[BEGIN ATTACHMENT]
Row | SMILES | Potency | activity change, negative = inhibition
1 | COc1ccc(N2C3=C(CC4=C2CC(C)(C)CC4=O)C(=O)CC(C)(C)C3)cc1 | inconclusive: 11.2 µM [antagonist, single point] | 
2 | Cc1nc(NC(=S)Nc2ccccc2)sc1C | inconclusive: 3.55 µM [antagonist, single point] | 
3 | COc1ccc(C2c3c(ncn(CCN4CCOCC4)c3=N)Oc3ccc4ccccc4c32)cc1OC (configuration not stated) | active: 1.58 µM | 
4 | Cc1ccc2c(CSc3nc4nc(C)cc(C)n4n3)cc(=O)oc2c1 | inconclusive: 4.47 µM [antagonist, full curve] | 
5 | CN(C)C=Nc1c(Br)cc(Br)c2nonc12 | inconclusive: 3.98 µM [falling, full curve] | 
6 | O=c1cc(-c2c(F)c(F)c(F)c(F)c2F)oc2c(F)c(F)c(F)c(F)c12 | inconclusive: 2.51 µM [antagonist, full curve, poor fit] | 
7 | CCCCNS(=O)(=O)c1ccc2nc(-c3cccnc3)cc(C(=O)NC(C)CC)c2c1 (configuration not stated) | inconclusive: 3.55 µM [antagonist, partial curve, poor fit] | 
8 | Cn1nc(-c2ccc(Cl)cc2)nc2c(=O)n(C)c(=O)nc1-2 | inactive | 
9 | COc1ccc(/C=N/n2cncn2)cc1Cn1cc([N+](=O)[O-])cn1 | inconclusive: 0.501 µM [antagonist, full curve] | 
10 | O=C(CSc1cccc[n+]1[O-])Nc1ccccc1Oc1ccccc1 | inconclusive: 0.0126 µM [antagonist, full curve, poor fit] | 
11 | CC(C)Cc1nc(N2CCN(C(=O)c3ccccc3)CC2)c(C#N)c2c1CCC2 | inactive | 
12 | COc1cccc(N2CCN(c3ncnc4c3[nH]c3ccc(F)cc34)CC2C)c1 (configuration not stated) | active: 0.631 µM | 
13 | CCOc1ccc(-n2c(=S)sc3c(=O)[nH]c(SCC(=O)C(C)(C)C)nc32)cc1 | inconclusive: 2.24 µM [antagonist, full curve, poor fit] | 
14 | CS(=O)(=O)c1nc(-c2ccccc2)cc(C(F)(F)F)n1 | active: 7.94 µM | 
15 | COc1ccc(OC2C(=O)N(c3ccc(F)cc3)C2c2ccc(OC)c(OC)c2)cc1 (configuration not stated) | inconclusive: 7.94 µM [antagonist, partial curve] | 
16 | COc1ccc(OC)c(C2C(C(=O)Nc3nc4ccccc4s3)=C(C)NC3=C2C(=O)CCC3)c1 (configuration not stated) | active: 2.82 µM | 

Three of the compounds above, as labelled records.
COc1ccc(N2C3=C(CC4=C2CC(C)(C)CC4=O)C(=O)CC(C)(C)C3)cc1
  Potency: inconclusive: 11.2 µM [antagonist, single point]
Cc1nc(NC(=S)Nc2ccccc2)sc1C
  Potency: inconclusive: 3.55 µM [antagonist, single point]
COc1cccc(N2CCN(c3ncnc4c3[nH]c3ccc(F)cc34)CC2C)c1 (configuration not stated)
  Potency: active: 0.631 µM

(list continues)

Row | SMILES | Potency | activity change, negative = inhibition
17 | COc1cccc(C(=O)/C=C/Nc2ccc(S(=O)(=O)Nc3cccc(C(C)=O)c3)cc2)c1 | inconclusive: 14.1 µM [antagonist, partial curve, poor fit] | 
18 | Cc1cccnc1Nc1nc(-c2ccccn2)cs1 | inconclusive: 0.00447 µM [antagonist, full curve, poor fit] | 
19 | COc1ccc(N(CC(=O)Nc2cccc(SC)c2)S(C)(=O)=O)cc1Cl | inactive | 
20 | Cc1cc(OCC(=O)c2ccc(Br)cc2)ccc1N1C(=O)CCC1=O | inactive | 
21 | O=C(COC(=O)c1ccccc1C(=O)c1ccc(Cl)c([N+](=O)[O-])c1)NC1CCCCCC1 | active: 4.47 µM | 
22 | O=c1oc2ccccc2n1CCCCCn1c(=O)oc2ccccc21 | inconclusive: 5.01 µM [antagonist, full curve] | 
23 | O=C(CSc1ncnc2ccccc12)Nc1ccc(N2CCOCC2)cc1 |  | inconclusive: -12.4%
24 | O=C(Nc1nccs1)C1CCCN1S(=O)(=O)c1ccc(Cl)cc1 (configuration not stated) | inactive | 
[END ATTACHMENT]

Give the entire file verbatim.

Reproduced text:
Row | SMILES | Potency | activity change, negative = inhibition
1 | COc1ccc(N2C3=C(CC4=C2CC(C)(C)CC4=O)C(=O)CC(C)(C)C3)cc1 | inconclusive: 11.2 µM [antagonist, single point] | 
2 | Cc1nc(NC(=S)Nc2ccccc2)sc1C | inconclusive: 3.55 µM [antagonist, single point] | 
3 | COc1ccc(C2c3c(ncn(CCN4CCOCC4)c3=N)Oc3ccc4ccccc4c32)cc1OC (configuration not stated) | active: 1.58 µM | 
4 | Cc1ccc2c(CSc3nc4nc(C)cc(C)n4n3)cc(=O)oc2c1 | inconclusive: 4.47 µM [antagonist, full curve] | 
5 | CN(C)C=Nc1c(Br)cc(Br)c2nonc12 | inconclusive: 3.98 µM [falling, full curve] | 
6 | O=c1cc(-c2c(F)c(F)c(F)c(F)c2F)oc2c(F)c(F)c(F)c(F)c12 | inconclusive: 2.51 µM [antagonist, full curve, poor fit] | 
7 | CCCCNS(=O)(=O)c1ccc2nc(-c3cccnc3)cc(C(=O)NC(C)CC)c2c1 (configuration not stated) | inconclusive: 3.55 µM [antagonist, partial curve, poor fit] | 
8 | Cn1nc(-c2ccc(Cl)cc2)nc2c(=O)n(C)c(=O)nc1-2 | inactive | 
9 | COc1ccc(/C=N/n2cncn2)cc1Cn1cc([N+](=O)[O-])cn1 | inconclusive: 0.501 µM [antagonist, full curve] | 
10 | O=C(CSc1cccc[n+]1[O-])Nc1ccccc1Oc1ccccc1 | inconclusive: 0.0126 µM [antagonist, full curve, poor fit] | 
11 | CC(C)Cc1nc(N2CCN(C(=O)c3ccccc3)CC2)c(C#N)c2c1CCC2 | inactive | 
12 | COc1cccc(N2CCN(c3ncnc4c3[nH]c3ccc(F)cc34)CC2C)c1 (configuration not stated) | active: 0.631 µM | 
13 | CCOc1ccc(-n2c(=S)sc3c(=O)[nH]c(SCC(=O)C(C)(C)C)nc32)cc1 | inconclusive: 2.24 µM [antagonist, full curve, poor fit] | 
14 | CS(=O)(=O)c1nc(-c2ccccc2)cc(C(F)(F)F)n1 | active: 7.94 µM | 
15 | COc1ccc(OC2C(=O)N(c3ccc(F)cc3)C2c2ccc(OC)c(OC)c2)cc1 (configuration not stated) | inconclusive: 7.94 µM [antagonist, partial curve] | 
16 | COc1ccc(OC)c(C2C(C(=O)Nc3nc4ccccc4s3)=C(C)NC3=C2C(=O)CCC3)c1 (configuration not stated) | active: 2.82 µM | 

Three of the compounds above, as labelled records.
COc1ccc(N2C3=C(CC4=C2CC(C)(C)CC4=O)C(=O)CC(C)(C)C3)cc1
  Potency: inconclusive: 11.2 µM [antagonist, single point]
Cc1nc(NC(=S)Nc2ccccc2)sc1C
  Potency: inconclusive: 3.55 µM [antagonist, single point]
COc1cccc(N2CCN(c3ncnc4c3[nH]c3ccc(F)cc34)CC2C)c1 (configuration not stated)
  Potency: active: 0.631 µM

(list continues)

Row | SMILES | Potency | activity change, negative = inhibition
17 | COc1cccc(C(=O)/C=C/Nc2ccc(S(=O)(=O)Nc3cccc(C(C)=O)c3)cc2)c1 | inconclusive: 14.1 µM [antagonist, partial curve, poor fit] | 
18 | Cc1cccnc1Nc1nc(-c2ccccn2)cs1 | inconclusive: 0.00447 µM [antagonist, full curve, poor fit] | 
19 | COc1ccc(N(CC(=O)Nc2cccc(SC)c2)S(C)(=O)=O)cc1Cl | inactive | 
20 | Cc1cc(OCC(=O)c2ccc(Br)cc2)ccc1N1C(=O)CCC1=O | inactive | 
21 | O=C(COC(=O)c1ccccc1C(=O)c1ccc(Cl)c([N+](=O)[O-])c1)NC1CCCCCC1 | active: 4.47 µM | 
22 | O=c1oc2ccccc2n1CCCCCn1c(=O)oc2ccccc21 | inconclusive: 5.01 µM [antagonist, full curve] | 
23 | O=C(CSc1ncnc2ccccc12)Nc1ccc(N2CCOCC2)cc1 |  | inconclusive: -12.4%
24 | O=C(Nc1nccs1)C1CCCN1S(=O)(=O)c1ccc(Cl)cc1 (configuration not stated) | inactive | 